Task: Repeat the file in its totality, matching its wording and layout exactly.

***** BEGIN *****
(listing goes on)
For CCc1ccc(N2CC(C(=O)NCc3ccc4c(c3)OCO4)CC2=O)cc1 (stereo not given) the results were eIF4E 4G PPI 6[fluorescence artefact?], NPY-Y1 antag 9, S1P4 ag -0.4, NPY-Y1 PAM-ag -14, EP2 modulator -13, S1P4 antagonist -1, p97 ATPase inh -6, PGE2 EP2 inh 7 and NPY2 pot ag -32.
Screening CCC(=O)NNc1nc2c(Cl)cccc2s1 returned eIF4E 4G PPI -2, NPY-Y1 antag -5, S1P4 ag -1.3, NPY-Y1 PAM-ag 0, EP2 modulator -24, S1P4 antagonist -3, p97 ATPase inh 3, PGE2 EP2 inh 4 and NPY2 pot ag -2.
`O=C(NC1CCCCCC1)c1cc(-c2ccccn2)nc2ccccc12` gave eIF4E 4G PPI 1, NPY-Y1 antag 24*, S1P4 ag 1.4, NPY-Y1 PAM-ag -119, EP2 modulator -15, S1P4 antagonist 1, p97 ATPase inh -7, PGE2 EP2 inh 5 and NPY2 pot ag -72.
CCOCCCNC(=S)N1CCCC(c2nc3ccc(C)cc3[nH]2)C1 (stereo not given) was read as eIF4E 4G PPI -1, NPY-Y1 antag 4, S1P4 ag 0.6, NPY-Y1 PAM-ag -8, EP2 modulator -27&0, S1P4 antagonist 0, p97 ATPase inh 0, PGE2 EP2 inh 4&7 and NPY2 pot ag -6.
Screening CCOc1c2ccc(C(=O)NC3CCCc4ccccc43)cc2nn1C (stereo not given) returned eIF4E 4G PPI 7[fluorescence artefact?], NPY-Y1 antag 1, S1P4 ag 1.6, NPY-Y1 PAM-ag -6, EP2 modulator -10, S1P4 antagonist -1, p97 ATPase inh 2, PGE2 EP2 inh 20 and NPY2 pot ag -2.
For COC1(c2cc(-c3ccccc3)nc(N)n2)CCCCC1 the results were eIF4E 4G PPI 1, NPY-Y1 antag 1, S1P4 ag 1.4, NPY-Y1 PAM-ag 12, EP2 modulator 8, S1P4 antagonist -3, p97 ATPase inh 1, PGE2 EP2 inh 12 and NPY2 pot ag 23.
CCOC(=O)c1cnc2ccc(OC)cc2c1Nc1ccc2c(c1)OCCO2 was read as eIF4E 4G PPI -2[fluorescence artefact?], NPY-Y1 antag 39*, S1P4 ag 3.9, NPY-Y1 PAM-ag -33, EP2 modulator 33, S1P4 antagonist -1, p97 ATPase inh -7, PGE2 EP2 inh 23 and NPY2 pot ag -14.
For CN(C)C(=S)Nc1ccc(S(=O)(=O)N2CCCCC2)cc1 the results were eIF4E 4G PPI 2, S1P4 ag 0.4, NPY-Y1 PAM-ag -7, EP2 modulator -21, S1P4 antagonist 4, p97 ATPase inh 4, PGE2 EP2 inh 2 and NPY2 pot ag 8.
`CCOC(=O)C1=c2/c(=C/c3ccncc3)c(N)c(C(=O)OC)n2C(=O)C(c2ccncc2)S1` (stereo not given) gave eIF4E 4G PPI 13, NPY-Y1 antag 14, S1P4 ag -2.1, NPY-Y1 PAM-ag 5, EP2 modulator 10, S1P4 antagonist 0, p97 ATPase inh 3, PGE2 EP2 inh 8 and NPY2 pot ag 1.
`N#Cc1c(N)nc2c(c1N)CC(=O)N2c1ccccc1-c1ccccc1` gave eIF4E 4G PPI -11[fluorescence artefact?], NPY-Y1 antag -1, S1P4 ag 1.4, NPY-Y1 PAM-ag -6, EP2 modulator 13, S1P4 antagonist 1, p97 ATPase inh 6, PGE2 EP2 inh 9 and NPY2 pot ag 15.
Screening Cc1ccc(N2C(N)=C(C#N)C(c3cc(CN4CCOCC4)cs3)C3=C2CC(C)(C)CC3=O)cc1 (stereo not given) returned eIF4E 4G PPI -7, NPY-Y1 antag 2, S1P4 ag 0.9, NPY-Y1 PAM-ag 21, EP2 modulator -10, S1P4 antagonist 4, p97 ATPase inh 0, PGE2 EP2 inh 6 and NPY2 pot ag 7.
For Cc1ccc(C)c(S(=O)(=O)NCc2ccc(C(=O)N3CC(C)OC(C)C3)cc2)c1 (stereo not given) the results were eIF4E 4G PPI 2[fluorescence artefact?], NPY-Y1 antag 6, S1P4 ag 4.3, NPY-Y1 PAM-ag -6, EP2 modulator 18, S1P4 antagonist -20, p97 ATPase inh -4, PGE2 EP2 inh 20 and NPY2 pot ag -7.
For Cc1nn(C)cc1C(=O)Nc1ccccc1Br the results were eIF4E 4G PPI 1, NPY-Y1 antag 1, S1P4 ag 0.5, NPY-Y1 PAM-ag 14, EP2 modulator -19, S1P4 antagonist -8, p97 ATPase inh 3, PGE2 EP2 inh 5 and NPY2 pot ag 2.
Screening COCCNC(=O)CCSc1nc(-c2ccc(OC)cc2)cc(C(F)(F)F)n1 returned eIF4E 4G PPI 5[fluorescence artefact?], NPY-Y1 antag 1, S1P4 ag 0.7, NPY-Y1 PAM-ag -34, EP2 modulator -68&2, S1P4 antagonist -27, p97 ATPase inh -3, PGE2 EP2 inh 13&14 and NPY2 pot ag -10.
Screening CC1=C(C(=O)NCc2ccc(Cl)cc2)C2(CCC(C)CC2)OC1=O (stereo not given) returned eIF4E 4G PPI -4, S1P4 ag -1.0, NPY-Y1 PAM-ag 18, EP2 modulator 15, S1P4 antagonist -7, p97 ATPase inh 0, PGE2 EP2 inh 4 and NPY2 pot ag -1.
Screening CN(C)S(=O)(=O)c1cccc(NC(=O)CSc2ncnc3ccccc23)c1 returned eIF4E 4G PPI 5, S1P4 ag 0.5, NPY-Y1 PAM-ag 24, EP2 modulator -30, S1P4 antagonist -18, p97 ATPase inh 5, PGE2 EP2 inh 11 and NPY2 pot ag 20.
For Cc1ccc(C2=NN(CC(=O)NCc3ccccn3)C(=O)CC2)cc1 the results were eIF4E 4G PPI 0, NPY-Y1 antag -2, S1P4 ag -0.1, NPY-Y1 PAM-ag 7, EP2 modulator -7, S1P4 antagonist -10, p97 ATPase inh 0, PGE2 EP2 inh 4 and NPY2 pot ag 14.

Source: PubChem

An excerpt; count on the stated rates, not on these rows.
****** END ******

(listing goes on)
For CCc1ccc(N2CC(C(=O)NCc3ccc4c(c3)OCO4)CC2=O)cc1 (stereo not given) the results were eIF4E 4G PPI 6[fluorescence artefact?], NPY-Y1 antag 9, S1P4 ag -0.4, NPY-Y1 PAM-ag -14, EP2 modulator -13, S1P4 antagonist -1, p97 ATPase inh -6, PGE2 EP2 inh 7 and NPY2 pot ag -32.
Screening CCC(=O)NNc1nc2c(Cl)cccc2s1 returned eIF4E 4G PPI -2, NPY-Y1 antag -5, S1P4 ag -1.3, NPY-Y1 PAM-ag 0, EP2 modulator -24, S1P4 antagonist -3, p97 ATPase inh 3, PGE2 EP2 inh 4 and NPY2 pot ag -2.
`O=C(NC1CCCCCC1)c1cc(-c2ccccn2)nc2ccccc12` gave eIF4E 4G PPI 1, NPY-Y1 antag 24*, S1P4 ag 1.4, NPY-Y1 PAM-ag -119, EP2 modulator -15, S1P4 antagonist 1, p97 ATPase inh -7, PGE2 EP2 inh 5 and NPY2 pot ag -72.
CCOCCCNC(=S)N1CCCC(c2nc3ccc(C)cc3[nH]2)C1 (stereo not given) was read as eIF4E 4G PPI -1, NPY-Y1 antag 4, S1P4 ag 0.6, NPY-Y1 PAM-ag -8, EP2 modulator -27&0, S1P4 antagonist 0, p97 ATPase inh 0, PGE2 EP2 inh 4&7 and NPY2 pot ag -6.
Screening CCOc1c2ccc(C(=O)NC3CCCc4ccccc43)cc2nn1C (stereo not given) returned eIF4E 4G PPI 7[fluorescence artefact?], NPY-Y1 antag 1, S1P4 ag 1.6, NPY-Y1 PAM-ag -6, EP2 modulator -10, S1P4 antagonist -1, p97 ATPase inh 2, PGE2 EP2 inh 20 and NPY2 pot ag -2.
For COC1(c2cc(-c3ccccc3)nc(N)n2)CCCCC1 the results were eIF4E 4G PPI 1, NPY-Y1 antag 1, S1P4 ag 1.4, NPY-Y1 PAM-ag 12, EP2 modulator 8, S1P4 antagonist -3, p97 ATPase inh 1, PGE2 EP2 inh 12 and NPY2 pot ag 23.
CCOC(=O)c1cnc2ccc(OC)cc2c1Nc1ccc2c(c1)OCCO2 was read as eIF4E 4G PPI -2[fluorescence artefact?], NPY-Y1 antag 39*, S1P4 ag 3.9, NPY-Y1 PAM-ag -33, EP2 modulator 33, S1P4 antagonist -1, p97 ATPase inh -7, PGE2 EP2 inh 23 and NPY2 pot ag -14.
For CN(C)C(=S)Nc1ccc(S(=O)(=O)N2CCCCC2)cc1 the results were eIF4E 4G PPI 2, S1P4 ag 0.4, NPY-Y1 PAM-ag -7, EP2 modulator -21, S1P4 antagonist 4, p97 ATPase inh 4, PGE2 EP2 inh 2 and NPY2 pot ag 8.
`CCOC(=O)C1=c2/c(=C/c3ccncc3)c(N)c(C(=O)OC)n2C(=O)C(c2ccncc2)S1` (stereo not given) gave eIF4E 4G PPI 13, NPY-Y1 antag 14, S1P4 ag -2.1, NPY-Y1 PAM-ag 5, EP2 modulator 10, S1P4 antagonist 0, p97 ATPase inh 3, PGE2 EP2 inh 8 and NPY2 pot ag 1.
`N#Cc1c(N)nc2c(c1N)CC(=O)N2c1ccccc1-c1ccccc1` gave eIF4E 4G PPI -11[fluorescence artefact?], NPY-Y1 antag -1, S1P4 ag 1.4, NPY-Y1 PAM-ag -6, EP2 modulator 13, S1P4 antagonist 1, p97 ATPase inh 6, PGE2 EP2 inh 9 and NPY2 pot ag 15.
Screening Cc1ccc(N2C(N)=C(C#N)C(c3cc(CN4CCOCC4)cs3)C3=C2CC(C)(C)CC3=O)cc1 (stereo not given) returned eIF4E 4G PPI -7, NPY-Y1 antag 2, S1P4 ag 0.9, NPY-Y1 PAM-ag 21, EP2 modulator -10, S1P4 antagonist 4, p97 ATPase inh 0, PGE2 EP2 inh 6 and NPY2 pot ag 7.
For Cc1ccc(C)c(S(=O)(=O)NCc2ccc(C(=O)N3CC(C)OC(C)C3)cc2)c1 (stereo not given) the results were eIF4E 4G PPI 2[fluorescence artefact?], NPY-Y1 antag 6, S1P4 ag 4.3, NPY-Y1 PAM-ag -6, EP2 modulator 18, S1P4 antagonist -20, p97 ATPase inh -4, PGE2 EP2 inh 20 and NPY2 pot ag -7.
For Cc1nn(C)cc1C(=O)Nc1ccccc1Br the results were eIF4E 4G PPI 1, NPY-Y1 antag 1, S1P4 ag 0.5, NPY-Y1 PAM-ag 14, EP2 modulator -19, S1P4 antagonist -8, p97 ATPase inh 3, PGE2 EP2 inh 5 and NPY2 pot ag 2.
Screening COCCNC(=O)CCSc1nc(-c2ccc(OC)cc2)cc(C(F)(F)F)n1 returned eIF4E 4G PPI 5[fluorescence artefact?], NPY-Y1 antag 1, S1P4 ag 0.7, NPY-Y1 PAM-ag -34, EP2 modulator -68&2, S1P4 antagonist -27, p97 ATPase inh -3, PGE2 EP2 inh 13&14 and NPY2 pot ag -10.
Screening CC1=C(C(=O)NCc2ccc(Cl)cc2)C2(CCC(C)CC2)OC1=O (stereo not given) returned eIF4E 4G PPI -4, S1P4 ag -1.0, NPY-Y1 PAM-ag 18, EP2 modulator 15, S1P4 antagonist -7, p97 ATPase inh 0, PGE2 EP2 inh 4 and NPY2 pot ag -1.
Screening CN(C)S(=O)(=O)c1cccc(NC(=O)CSc2ncnc3ccccc23)c1 returned eIF4E 4G PPI 5, S1P4 ag 0.5, NPY-Y1 PAM-ag 24, EP2 modulator -30, S1P4 antagonist -18, p97 ATPase inh 5, PGE2 EP2 inh 11 and NPY2 pot ag 20.
For Cc1ccc(C2=NN(CC(=O)NCc3ccccn3)C(=O)CC2)cc1 the results were eIF4E 4G PPI 0, NPY-Y1 antag -2, S1P4 ag -0.1, NPY-Y1 PAM-ag 7, EP2 modulator -7, S1P4 antagonist -10, p97 ATPase inh 0, PGE2 EP2 inh 4 and NPY2 pot ag 14.

Source: PubChem

An excerpt; count on the stated rates, not on these rows.